Lonesome George: Custody battle in Galapagos over tortoise corpse

George was due to return to the Galapagos next January, to be exhibited at the Charles Darwin Research Station where he had lived since being discovered

Click to follow
The Independent Online

Live slow, die old and leave a controversial corpse. That could have been a suitable motto for Lonesome George, the celebrated, centenarian giant tortoise who died in the Galapagos Islands in June 2012. Now, a row has broken out between the Islands and the Ecuadorian government in Quito over where George’s preserved body ought to be kept and displayed.

Thought to be the last living member of the Pinta Island subspecies of giant tortoise, in his twilight years George became a figurehead for conservation efforts on the Galapagos, the Ecuadorian-owned archipelago famous for its profusion of unique species. Earlier this year, George’s body was transported to the American Museum of Natural History in New York, where it was treated by taxidermists and put on display.

George was due to return to the Galapagos in January 2015, to be exhibited at the Charles Darwin Research Station on Santa Cruz Island, where he had lived since being discovered on nearby Pinta in 1971. Researchers had previously believed Pinta Island tortoises to be extinct, after the island’s vegetation – and their food source – was wiped out by non-indigenous feral goats.

However, officials from the Ecuadorian Ministry of the Environment have pooh-poohed the plan, saying George must instead be permanently displayed in the capital, Quito, where he will be seen by a greater number of visitors. This month, it was announced that a bronze replica would be sent to the Islands. Speaking to El Universo last weekend, Santa Cruz’s Mayor, Leopoldo Bucheli, called the decision “outrageous”, saying: “George is an icon and should return  to Galapagos.”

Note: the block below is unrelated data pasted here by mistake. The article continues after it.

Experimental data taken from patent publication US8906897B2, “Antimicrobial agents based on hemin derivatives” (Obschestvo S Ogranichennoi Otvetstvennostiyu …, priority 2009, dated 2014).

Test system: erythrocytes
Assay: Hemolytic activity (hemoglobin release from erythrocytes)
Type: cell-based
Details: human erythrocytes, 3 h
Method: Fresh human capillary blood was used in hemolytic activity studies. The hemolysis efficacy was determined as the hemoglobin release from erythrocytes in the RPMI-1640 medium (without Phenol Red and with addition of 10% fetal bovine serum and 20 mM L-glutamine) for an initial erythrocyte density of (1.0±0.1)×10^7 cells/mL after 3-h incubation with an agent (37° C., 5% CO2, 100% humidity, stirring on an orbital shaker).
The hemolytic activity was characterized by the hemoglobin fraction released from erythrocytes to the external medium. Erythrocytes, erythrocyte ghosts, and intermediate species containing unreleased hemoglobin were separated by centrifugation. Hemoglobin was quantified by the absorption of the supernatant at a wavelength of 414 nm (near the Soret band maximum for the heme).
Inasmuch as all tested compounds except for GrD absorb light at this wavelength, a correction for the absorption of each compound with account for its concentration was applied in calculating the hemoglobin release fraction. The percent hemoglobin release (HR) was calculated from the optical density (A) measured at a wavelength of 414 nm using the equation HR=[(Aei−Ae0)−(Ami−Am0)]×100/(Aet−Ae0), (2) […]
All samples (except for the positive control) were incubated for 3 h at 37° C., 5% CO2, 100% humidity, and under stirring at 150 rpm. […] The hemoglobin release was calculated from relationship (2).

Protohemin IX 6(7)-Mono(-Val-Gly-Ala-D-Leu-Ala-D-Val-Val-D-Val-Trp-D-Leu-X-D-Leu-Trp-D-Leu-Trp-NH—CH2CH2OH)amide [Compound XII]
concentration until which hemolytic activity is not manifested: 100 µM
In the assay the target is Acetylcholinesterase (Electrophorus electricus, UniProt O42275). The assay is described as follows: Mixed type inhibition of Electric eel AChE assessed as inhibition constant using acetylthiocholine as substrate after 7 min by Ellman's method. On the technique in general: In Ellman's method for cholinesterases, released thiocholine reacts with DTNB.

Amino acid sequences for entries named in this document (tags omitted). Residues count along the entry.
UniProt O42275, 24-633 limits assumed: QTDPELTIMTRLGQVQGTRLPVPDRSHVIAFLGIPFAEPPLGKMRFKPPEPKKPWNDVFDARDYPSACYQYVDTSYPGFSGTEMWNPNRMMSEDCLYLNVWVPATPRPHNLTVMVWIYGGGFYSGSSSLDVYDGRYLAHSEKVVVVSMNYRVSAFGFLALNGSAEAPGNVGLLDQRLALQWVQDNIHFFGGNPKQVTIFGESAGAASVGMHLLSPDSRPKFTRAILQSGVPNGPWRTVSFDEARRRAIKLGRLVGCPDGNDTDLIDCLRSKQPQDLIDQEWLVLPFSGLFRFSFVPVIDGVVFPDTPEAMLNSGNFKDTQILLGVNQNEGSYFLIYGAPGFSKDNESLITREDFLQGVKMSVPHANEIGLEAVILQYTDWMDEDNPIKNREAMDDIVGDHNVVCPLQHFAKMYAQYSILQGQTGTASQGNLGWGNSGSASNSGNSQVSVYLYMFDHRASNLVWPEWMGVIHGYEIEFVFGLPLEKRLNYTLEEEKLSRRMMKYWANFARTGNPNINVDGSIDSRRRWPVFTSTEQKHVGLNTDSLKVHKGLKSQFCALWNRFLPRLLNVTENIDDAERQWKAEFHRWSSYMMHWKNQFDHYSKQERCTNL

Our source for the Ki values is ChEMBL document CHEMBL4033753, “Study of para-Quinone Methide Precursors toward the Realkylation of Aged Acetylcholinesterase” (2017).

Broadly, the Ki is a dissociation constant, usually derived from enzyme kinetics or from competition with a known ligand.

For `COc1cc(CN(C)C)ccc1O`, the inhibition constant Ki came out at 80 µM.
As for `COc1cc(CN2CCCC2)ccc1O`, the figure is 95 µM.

The country’s Environment Minister, Lorena Tapia, said she agreed that it would be best if Lonesome George could return home, but added in a statement: “Preserving Lonesome George’s body requires special conditions, like moisture, temperature, physical space and security, in addition to the annual retouching made by the experts. At present, there is no site like this in the Galapagos.”

Named after George Gobel, a 1950s US television comedian, Lonesome George was approximately 100 years old when he died, which in fact made him relatively young for a giant tortoise. Although he died from natural causes related to old age, scientists had expected him to live for several more decades. The world’s oldest documented living reptile is a Seychelles giant tortoise named Jonathan who lives on St Helena and is thought to be 182 years old.

During his lifetime, scientists made numerous attempts to have George mate with females of similar subspecies and thus preserve his line, but while his companions laid several clutches of eggs, none ever hatched. Following his death, some of George’s cells were preserved in the hope of one day cloning him.

There had also reportedly been plans afoot to take George on a world tour, where he would have undergone photocalls with world leaders and promoted awareness of conservation endeavours in the Galapagos and beyond. Writing in The Guardian, Henry Nicholls, the author of the 2006 book Lonesome George, suggested the tour ought to be staged posthumously.

George, Nicholls wrote, “may not have been aware of his talents, but he was able to communicate the conservation message far more powerfully, with more dignity, than most humans. I think we have an ethical obligation to allow him to continue his work on as grand a scale as possible.”

Comments